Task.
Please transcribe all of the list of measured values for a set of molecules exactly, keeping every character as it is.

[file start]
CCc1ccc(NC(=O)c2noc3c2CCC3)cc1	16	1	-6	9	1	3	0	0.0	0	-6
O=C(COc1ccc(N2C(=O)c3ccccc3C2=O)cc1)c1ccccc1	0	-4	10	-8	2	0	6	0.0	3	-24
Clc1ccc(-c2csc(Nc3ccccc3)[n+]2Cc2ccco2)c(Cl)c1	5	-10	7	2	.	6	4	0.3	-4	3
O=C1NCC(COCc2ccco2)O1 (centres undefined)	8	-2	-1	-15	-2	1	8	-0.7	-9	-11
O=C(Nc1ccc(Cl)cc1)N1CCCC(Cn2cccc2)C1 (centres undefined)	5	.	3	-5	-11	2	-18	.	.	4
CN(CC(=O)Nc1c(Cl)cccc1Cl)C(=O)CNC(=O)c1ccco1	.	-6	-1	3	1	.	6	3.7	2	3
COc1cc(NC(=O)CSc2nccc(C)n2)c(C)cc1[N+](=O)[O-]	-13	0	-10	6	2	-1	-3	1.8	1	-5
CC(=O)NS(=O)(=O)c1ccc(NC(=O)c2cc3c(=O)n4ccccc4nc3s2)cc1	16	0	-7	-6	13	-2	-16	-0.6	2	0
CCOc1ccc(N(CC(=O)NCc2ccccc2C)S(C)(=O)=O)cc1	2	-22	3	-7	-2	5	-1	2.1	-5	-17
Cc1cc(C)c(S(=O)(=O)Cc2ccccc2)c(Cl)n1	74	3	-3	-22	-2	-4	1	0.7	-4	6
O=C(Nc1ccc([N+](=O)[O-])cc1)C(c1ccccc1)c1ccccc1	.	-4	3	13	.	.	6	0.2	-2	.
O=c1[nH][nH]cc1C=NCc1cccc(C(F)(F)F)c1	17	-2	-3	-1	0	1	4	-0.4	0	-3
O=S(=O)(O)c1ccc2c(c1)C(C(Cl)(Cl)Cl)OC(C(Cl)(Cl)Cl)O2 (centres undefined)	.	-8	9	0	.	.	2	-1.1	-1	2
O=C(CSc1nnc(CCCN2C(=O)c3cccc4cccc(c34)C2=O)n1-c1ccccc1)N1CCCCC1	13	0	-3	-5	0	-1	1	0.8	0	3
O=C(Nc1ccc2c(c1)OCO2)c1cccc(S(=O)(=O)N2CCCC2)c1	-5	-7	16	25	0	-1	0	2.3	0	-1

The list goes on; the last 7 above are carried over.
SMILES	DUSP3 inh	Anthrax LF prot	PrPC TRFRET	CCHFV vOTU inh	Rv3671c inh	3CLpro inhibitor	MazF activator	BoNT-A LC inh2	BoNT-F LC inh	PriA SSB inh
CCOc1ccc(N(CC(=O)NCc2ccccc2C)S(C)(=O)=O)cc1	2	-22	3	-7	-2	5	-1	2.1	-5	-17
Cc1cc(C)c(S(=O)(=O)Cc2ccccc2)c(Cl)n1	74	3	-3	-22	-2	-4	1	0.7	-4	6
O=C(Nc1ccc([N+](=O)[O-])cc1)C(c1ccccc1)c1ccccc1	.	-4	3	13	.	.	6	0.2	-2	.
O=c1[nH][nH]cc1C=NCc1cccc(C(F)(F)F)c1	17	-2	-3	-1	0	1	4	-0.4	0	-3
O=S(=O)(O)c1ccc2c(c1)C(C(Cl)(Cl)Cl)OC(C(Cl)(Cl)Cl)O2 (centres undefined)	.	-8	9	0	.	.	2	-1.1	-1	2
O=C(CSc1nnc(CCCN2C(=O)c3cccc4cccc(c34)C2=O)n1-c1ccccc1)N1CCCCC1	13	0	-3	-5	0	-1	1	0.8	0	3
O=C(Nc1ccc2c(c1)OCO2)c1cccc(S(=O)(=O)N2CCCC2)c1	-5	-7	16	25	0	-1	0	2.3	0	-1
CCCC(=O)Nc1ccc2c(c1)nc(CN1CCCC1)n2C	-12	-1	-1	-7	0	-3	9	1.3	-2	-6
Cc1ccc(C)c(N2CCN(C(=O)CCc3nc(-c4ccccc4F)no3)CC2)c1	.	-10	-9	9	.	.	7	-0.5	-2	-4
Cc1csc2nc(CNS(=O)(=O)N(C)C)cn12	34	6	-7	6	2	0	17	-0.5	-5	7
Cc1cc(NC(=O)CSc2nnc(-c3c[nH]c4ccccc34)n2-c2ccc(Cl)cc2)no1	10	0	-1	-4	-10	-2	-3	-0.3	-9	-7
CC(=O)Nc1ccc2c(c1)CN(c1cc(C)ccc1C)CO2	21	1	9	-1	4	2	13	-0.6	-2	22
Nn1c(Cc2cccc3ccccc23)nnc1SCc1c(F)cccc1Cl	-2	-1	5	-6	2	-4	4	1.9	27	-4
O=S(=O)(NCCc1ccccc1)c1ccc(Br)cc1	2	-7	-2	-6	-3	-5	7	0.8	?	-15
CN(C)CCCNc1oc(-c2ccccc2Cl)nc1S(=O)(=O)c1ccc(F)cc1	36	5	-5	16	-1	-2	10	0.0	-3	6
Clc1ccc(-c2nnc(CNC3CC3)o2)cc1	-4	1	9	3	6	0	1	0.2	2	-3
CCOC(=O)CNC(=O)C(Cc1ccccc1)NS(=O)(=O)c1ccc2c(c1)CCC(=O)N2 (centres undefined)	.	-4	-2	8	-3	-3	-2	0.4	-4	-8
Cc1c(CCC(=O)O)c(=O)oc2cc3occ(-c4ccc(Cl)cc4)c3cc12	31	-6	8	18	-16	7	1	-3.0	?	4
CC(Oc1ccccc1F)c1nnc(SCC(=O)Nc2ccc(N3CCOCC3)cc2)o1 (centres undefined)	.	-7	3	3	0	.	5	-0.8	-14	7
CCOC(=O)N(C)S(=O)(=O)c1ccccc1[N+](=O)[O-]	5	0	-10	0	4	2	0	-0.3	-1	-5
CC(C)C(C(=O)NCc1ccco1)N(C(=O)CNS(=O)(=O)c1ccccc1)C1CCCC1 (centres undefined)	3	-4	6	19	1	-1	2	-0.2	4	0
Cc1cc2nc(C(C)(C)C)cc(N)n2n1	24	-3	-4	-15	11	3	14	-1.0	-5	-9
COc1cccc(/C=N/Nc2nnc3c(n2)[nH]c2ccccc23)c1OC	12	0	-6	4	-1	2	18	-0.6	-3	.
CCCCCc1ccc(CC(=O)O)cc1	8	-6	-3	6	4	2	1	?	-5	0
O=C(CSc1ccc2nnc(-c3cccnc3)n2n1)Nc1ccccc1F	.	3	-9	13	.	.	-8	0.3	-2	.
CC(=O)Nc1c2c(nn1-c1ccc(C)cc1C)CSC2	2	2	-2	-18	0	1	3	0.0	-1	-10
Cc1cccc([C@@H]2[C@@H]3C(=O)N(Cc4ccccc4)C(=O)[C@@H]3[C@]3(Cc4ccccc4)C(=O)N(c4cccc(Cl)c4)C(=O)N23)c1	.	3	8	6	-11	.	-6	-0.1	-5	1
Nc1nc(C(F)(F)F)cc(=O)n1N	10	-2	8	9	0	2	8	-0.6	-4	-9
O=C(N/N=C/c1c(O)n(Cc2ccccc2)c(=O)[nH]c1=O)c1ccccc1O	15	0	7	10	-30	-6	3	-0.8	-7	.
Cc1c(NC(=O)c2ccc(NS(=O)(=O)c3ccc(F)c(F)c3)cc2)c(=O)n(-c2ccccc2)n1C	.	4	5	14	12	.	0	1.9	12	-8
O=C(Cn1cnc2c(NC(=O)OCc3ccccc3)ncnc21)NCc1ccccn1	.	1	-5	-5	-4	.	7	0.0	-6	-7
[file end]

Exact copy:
CCc1ccc(NC(=O)c2noc3c2CCC3)cc1	16	1	-6	9	1	3	0	0.0	0	-6
O=C(COc1ccc(N2C(=O)c3ccccc3C2=O)cc1)c1ccccc1	0	-4	10	-8	2	0	6	0.0	3	-24
Clc1ccc(-c2csc(Nc3ccccc3)[n+]2Cc2ccco2)c(Cl)c1	5	-10	7	2	.	6	4	0.3	-4	3
O=C1NCC(COCc2ccco2)O1 (centres undefined)	8	-2	-1	-15	-2	1	8	-0.7	-9	-11
O=C(Nc1ccc(Cl)cc1)N1CCCC(Cn2cccc2)C1 (centres undefined)	5	.	3	-5	-11	2	-18	.	.	4
CN(CC(=O)Nc1c(Cl)cccc1Cl)C(=O)CNC(=O)c1ccco1	.	-6	-1	3	1	.	6	3.7	2	3
COc1cc(NC(=O)CSc2nccc(C)n2)c(C)cc1[N+](=O)[O-]	-13	0	-10	6	2	-1	-3	1.8	1	-5
CC(=O)NS(=O)(=O)c1ccc(NC(=O)c2cc3c(=O)n4ccccc4nc3s2)cc1	16	0	-7	-6	13	-2	-16	-0.6	2	0
CCOc1ccc(N(CC(=O)NCc2ccccc2C)S(C)(=O)=O)cc1	2	-22	3	-7	-2	5	-1	2.1	-5	-17
Cc1cc(C)c(S(=O)(=O)Cc2ccccc2)c(Cl)n1	74	3	-3	-22	-2	-4	1	0.7	-4	6
O=C(Nc1ccc([N+](=O)[O-])cc1)C(c1ccccc1)c1ccccc1	.	-4	3	13	.	.	6	0.2	-2	.
O=c1[nH][nH]cc1C=NCc1cccc(C(F)(F)F)c1	17	-2	-3	-1	0	1	4	-0.4	0	-3
O=S(=O)(O)c1ccc2c(c1)C(C(Cl)(Cl)Cl)OC(C(Cl)(Cl)Cl)O2 (centres undefined)	.	-8	9	0	.	.	2	-1.1	-1	2
O=C(CSc1nnc(CCCN2C(=O)c3cccc4cccc(c34)C2=O)n1-c1ccccc1)N1CCCCC1	13	0	-3	-5	0	-1	1	0.8	0	3
O=C(Nc1ccc2c(c1)OCO2)c1cccc(S(=O)(=O)N2CCCC2)c1	-5	-7	16	25	0	-1	0	2.3	0	-1

The list goes on; the last 7 above are carried over.
SMILES	DUSP3 inh	Anthrax LF prot	PrPC TRFRET	CCHFV vOTU inh	Rv3671c inh	3CLpro inhibitor	MazF activator	BoNT-A LC inh2	BoNT-F LC inh	PriA SSB inh
CCOc1ccc(N(CC(=O)NCc2ccccc2C)S(C)(=O)=O)cc1	2	-22	3	-7	-2	5	-1	2.1	-5	-17
Cc1cc(C)c(S(=O)(=O)Cc2ccccc2)c(Cl)n1	74	3	-3	-22	-2	-4	1	0.7	-4	6
O=C(Nc1ccc([N+](=O)[O-])cc1)C(c1ccccc1)c1ccccc1	.	-4	3	13	.	.	6	0.2	-2	.
O=c1[nH][nH]cc1C=NCc1cccc(C(F)(F)F)c1	17	-2	-3	-1	0	1	4	-0.4	0	-3
O=S(=O)(O)c1ccc2c(c1)C(C(Cl)(Cl)Cl)OC(C(Cl)(Cl)Cl)O2 (centres undefined)	.	-8	9	0	.	.	2	-1.1	-1	2
O=C(CSc1nnc(CCCN2C(=O)c3cccc4cccc(c34)C2=O)n1-c1ccccc1)N1CCCCC1	13	0	-3	-5	0	-1	1	0.8	0	3
O=C(Nc1ccc2c(c1)OCO2)c1cccc(S(=O)(=O)N2CCCC2)c1	-5	-7	16	25	0	-1	0	2.3	0	-1
CCCC(=O)Nc1ccc2c(c1)nc(CN1CCCC1)n2C	-12	-1	-1	-7	0	-3	9	1.3	-2	-6
Cc1ccc(C)c(N2CCN(C(=O)CCc3nc(-c4ccccc4F)no3)CC2)c1	.	-10	-9	9	.	.	7	-0.5	-2	-4
Cc1csc2nc(CNS(=O)(=O)N(C)C)cn12	34	6	-7	6	2	0	17	-0.5	-5	7
Cc1cc(NC(=O)CSc2nnc(-c3c[nH]c4ccccc34)n2-c2ccc(Cl)cc2)no1	10	0	-1	-4	-10	-2	-3	-0.3	-9	-7
CC(=O)Nc1ccc2c(c1)CN(c1cc(C)ccc1C)CO2	21	1	9	-1	4	2	13	-0.6	-2	22
Nn1c(Cc2cccc3ccccc23)nnc1SCc1c(F)cccc1Cl	-2	-1	5	-6	2	-4	4	1.9	27	-4
O=S(=O)(NCCc1ccccc1)c1ccc(Br)cc1	2	-7	-2	-6	-3	-5	7	0.8	?	-15
CN(C)CCCNc1oc(-c2ccccc2Cl)nc1S(=O)(=O)c1ccc(F)cc1	36	5	-5	16	-1	-2	10	0.0	-3	6
Clc1ccc(-c2nnc(CNC3CC3)o2)cc1	-4	1	9	3	6	0	1	0.2	2	-3
CCOC(=O)CNC(=O)C(Cc1ccccc1)NS(=O)(=O)c1ccc2c(c1)CCC(=O)N2 (centres undefined)	.	-4	-2	8	-3	-3	-2	0.4	-4	-8
Cc1c(CCC(=O)O)c(=O)oc2cc3occ(-c4ccc(Cl)cc4)c3cc12	31	-6	8	18	-16	7	1	-3.0	?	4
CC(Oc1ccccc1F)c1nnc(SCC(=O)Nc2ccc(N3CCOCC3)cc2)o1 (centres undefined)	.	-7	3	3	0	.	5	-0.8	-14	7
CCOC(=O)N(C)S(=O)(=O)c1ccccc1[N+](=O)[O-]	5	0	-10	0	4	2	0	-0.3	-1	-5
CC(C)C(C(=O)NCc1ccco1)N(C(=O)CNS(=O)(=O)c1ccccc1)C1CCCC1 (centres undefined)	3	-4	6	19	1	-1	2	-0.2	4	0
Cc1cc2nc(C(C)(C)C)cc(N)n2n1	24	-3	-4	-15	11	3	14	-1.0	-5	-9
COc1cccc(/C=N/Nc2nnc3c(n2)[nH]c2ccccc23)c1OC	12	0	-6	4	-1	2	18	-0.6	-3	.
CCCCCc1ccc(CC(=O)O)cc1	8	-6	-3	6	4	2	1	?	-5	0
O=C(CSc1ccc2nnc(-c3cccnc3)n2n1)Nc1ccccc1F	.	3	-9	13	.	.	-8	0.3	-2	.
CC(=O)Nc1c2c(nn1-c1ccc(C)cc1C)CSC2	2	2	-2	-18	0	1	3	0.0	-1	-10
Cc1cccc([C@@H]2[C@@H]3C(=O)N(Cc4ccccc4)C(=O)[C@@H]3[C@]3(Cc4ccccc4)C(=O)N(c4cccc(Cl)c4)C(=O)N23)c1	.	3	8	6	-11	.	-6	-0.1	-5	1
Nc1nc(C(F)(F)F)cc(=O)n1N	10	-2	8	9	0	2	8	-0.6	-4	-9
O=C(N/N=C/c1c(O)n(Cc2ccccc2)c(=O)[nH]c1=O)c1ccccc1O	15	0	7	10	-30	-6	3	-0.8	-7	.
Cc1c(NC(=O)c2ccc(NS(=O)(=O)c3ccc(F)c(F)c3)cc2)c(=O)n(-c2ccccc2)n1C	.	4	5	14	12	.	0	1.9	12	-8
O=C(Cn1cnc2c(NC(=O)OCc3ccccc3)ncnc21)NCc1ccccn1	.	1	-5	-5	-4	.	7	0.0	-6	-7